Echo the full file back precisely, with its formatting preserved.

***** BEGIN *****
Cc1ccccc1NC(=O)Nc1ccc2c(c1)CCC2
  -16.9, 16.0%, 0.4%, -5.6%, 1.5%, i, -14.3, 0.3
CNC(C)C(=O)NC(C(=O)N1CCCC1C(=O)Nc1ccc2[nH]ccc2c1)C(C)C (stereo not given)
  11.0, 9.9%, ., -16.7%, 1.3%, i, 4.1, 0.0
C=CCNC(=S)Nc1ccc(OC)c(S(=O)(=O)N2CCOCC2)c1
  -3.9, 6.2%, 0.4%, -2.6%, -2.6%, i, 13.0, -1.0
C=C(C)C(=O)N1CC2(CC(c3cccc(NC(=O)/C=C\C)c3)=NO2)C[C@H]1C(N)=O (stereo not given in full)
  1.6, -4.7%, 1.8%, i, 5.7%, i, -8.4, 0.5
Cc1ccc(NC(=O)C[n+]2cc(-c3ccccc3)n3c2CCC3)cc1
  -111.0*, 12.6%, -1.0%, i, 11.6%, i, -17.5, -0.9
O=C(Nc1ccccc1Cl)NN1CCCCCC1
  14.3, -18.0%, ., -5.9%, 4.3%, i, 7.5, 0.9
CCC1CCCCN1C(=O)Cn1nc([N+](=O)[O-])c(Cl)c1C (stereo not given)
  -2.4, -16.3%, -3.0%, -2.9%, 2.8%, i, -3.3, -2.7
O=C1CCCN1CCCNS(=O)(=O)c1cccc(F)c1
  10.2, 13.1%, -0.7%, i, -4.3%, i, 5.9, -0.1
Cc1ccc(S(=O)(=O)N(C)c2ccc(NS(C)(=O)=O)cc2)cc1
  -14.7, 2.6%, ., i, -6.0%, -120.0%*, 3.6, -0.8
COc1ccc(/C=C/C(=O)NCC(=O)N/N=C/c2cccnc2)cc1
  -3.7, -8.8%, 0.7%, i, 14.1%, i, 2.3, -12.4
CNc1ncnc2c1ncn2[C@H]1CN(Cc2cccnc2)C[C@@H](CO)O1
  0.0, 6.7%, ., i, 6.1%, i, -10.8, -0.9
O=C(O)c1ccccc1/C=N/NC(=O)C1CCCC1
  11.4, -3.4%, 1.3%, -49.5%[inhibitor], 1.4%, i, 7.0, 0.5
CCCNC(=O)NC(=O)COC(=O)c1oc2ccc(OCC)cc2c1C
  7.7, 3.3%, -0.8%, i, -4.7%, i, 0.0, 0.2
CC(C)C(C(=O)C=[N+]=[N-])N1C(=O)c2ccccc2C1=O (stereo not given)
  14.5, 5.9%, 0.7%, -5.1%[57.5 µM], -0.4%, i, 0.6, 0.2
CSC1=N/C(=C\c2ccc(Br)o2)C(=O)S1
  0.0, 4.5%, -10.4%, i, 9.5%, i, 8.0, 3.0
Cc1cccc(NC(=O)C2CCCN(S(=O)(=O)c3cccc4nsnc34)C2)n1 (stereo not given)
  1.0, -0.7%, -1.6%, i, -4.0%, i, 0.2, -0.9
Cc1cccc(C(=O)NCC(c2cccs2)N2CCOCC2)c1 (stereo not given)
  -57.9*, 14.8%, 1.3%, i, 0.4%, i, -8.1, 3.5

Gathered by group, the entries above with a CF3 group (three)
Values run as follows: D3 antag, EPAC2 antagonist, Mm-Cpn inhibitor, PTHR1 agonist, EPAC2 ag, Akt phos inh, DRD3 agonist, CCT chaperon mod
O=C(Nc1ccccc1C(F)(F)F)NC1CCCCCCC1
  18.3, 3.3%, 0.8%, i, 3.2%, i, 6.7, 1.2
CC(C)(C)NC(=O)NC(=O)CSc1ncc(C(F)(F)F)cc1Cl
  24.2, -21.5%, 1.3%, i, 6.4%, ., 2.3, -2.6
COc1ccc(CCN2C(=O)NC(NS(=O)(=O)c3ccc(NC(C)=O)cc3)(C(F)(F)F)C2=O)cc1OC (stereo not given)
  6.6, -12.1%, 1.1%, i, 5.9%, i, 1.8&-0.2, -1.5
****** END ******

Cc1ccccc1NC(=O)Nc1ccc2c(c1)CCC2
  -16.9, 16.0%, 0.4%, -5.6%, 1.5%, i, -14.3, 0.3
CNC(C)C(=O)NC(C(=O)N1CCCC1C(=O)Nc1ccc2[nH]ccc2c1)C(C)C (stereo not given)
  11.0, 9.9%, ., -16.7%, 1.3%, i, 4.1, 0.0
C=CCNC(=S)Nc1ccc(OC)c(S(=O)(=O)N2CCOCC2)c1
  -3.9, 6.2%, 0.4%, -2.6%, -2.6%, i, 13.0, -1.0
C=C(C)C(=O)N1CC2(CC(c3cccc(NC(=O)/C=C\C)c3)=NO2)C[C@H]1C(N)=O (stereo not given in full)
  1.6, -4.7%, 1.8%, i, 5.7%, i, -8.4, 0.5
Cc1ccc(NC(=O)C[n+]2cc(-c3ccccc3)n3c2CCC3)cc1
  -111.0*, 12.6%, -1.0%, i, 11.6%, i, -17.5, -0.9
O=C(Nc1ccccc1Cl)NN1CCCCCC1
  14.3, -18.0%, ., -5.9%, 4.3%, i, 7.5, 0.9
CCC1CCCCN1C(=O)Cn1nc([N+](=O)[O-])c(Cl)c1C (stereo not given)
  -2.4, -16.3%, -3.0%, -2.9%, 2.8%, i, -3.3, -2.7
O=C1CCCN1CCCNS(=O)(=O)c1cccc(F)c1
  10.2, 13.1%, -0.7%, i, -4.3%, i, 5.9, -0.1
Cc1ccc(S(=O)(=O)N(C)c2ccc(NS(C)(=O)=O)cc2)cc1
  -14.7, 2.6%, ., i, -6.0%, -120.0%*, 3.6, -0.8
COc1ccc(/C=C/C(=O)NCC(=O)N/N=C/c2cccnc2)cc1
  -3.7, -8.8%, 0.7%, i, 14.1%, i, 2.3, -12.4
CNc1ncnc2c1ncn2[C@H]1CN(Cc2cccnc2)C[C@@H](CO)O1
  0.0, 6.7%, ., i, 6.1%, i, -10.8, -0.9
O=C(O)c1ccccc1/C=N/NC(=O)C1CCCC1
  11.4, -3.4%, 1.3%, -49.5%[inhibitor], 1.4%, i, 7.0, 0.5
CCCNC(=O)NC(=O)COC(=O)c1oc2ccc(OCC)cc2c1C
  7.7, 3.3%, -0.8%, i, -4.7%, i, 0.0, 0.2
CC(C)C(C(=O)C=[N+]=[N-])N1C(=O)c2ccccc2C1=O (stereo not given)
  14.5, 5.9%, 0.7%, -5.1%[57.5 µM], -0.4%, i, 0.6, 0.2
CSC1=N/C(=C\c2ccc(Br)o2)C(=O)S1
  0.0, 4.5%, -10.4%, i, 9.5%, i, 8.0, 3.0
Cc1cccc(NC(=O)C2CCCN(S(=O)(=O)c3cccc4nsnc34)C2)n1 (stereo not given)
  1.0, -0.7%, -1.6%, i, -4.0%, i, 0.2, -0.9
Cc1cccc(C(=O)NCC(c2cccs2)N2CCOCC2)c1 (stereo not given)
  -57.9*, 14.8%, 1.3%, i, 0.4%, i, -8.1, 3.5

Gathered by group, the entries above with a CF3 group (three)
Values run as follows: D3 antag, EPAC2 antagonist, Mm-Cpn inhibitor, PTHR1 agonist, EPAC2 ag, Akt phos inh, DRD3 agonist, CCT chaperon mod
O=C(Nc1ccccc1C(F)(F)F)NC1CCCCCCC1
  18.3, 3.3%, 0.8%, i, 3.2%, i, 6.7, 1.2
CC(C)(C)NC(=O)NC(=O)CSc1ncc(C(F)(F)F)cc1Cl
  24.2, -21.5%, 1.3%, i, 6.4%, ., 2.3, -2.6
COc1ccc(CCN2C(=O)NC(NS(=O)(=O)c3ccc(NC(C)=O)cc3)(C(F)(F)F)C2=O)cc1OC (stereo not given)
  6.6, -12.1%, 1.1%, i, 5.9%, i, 1.8&-0.2, -1.5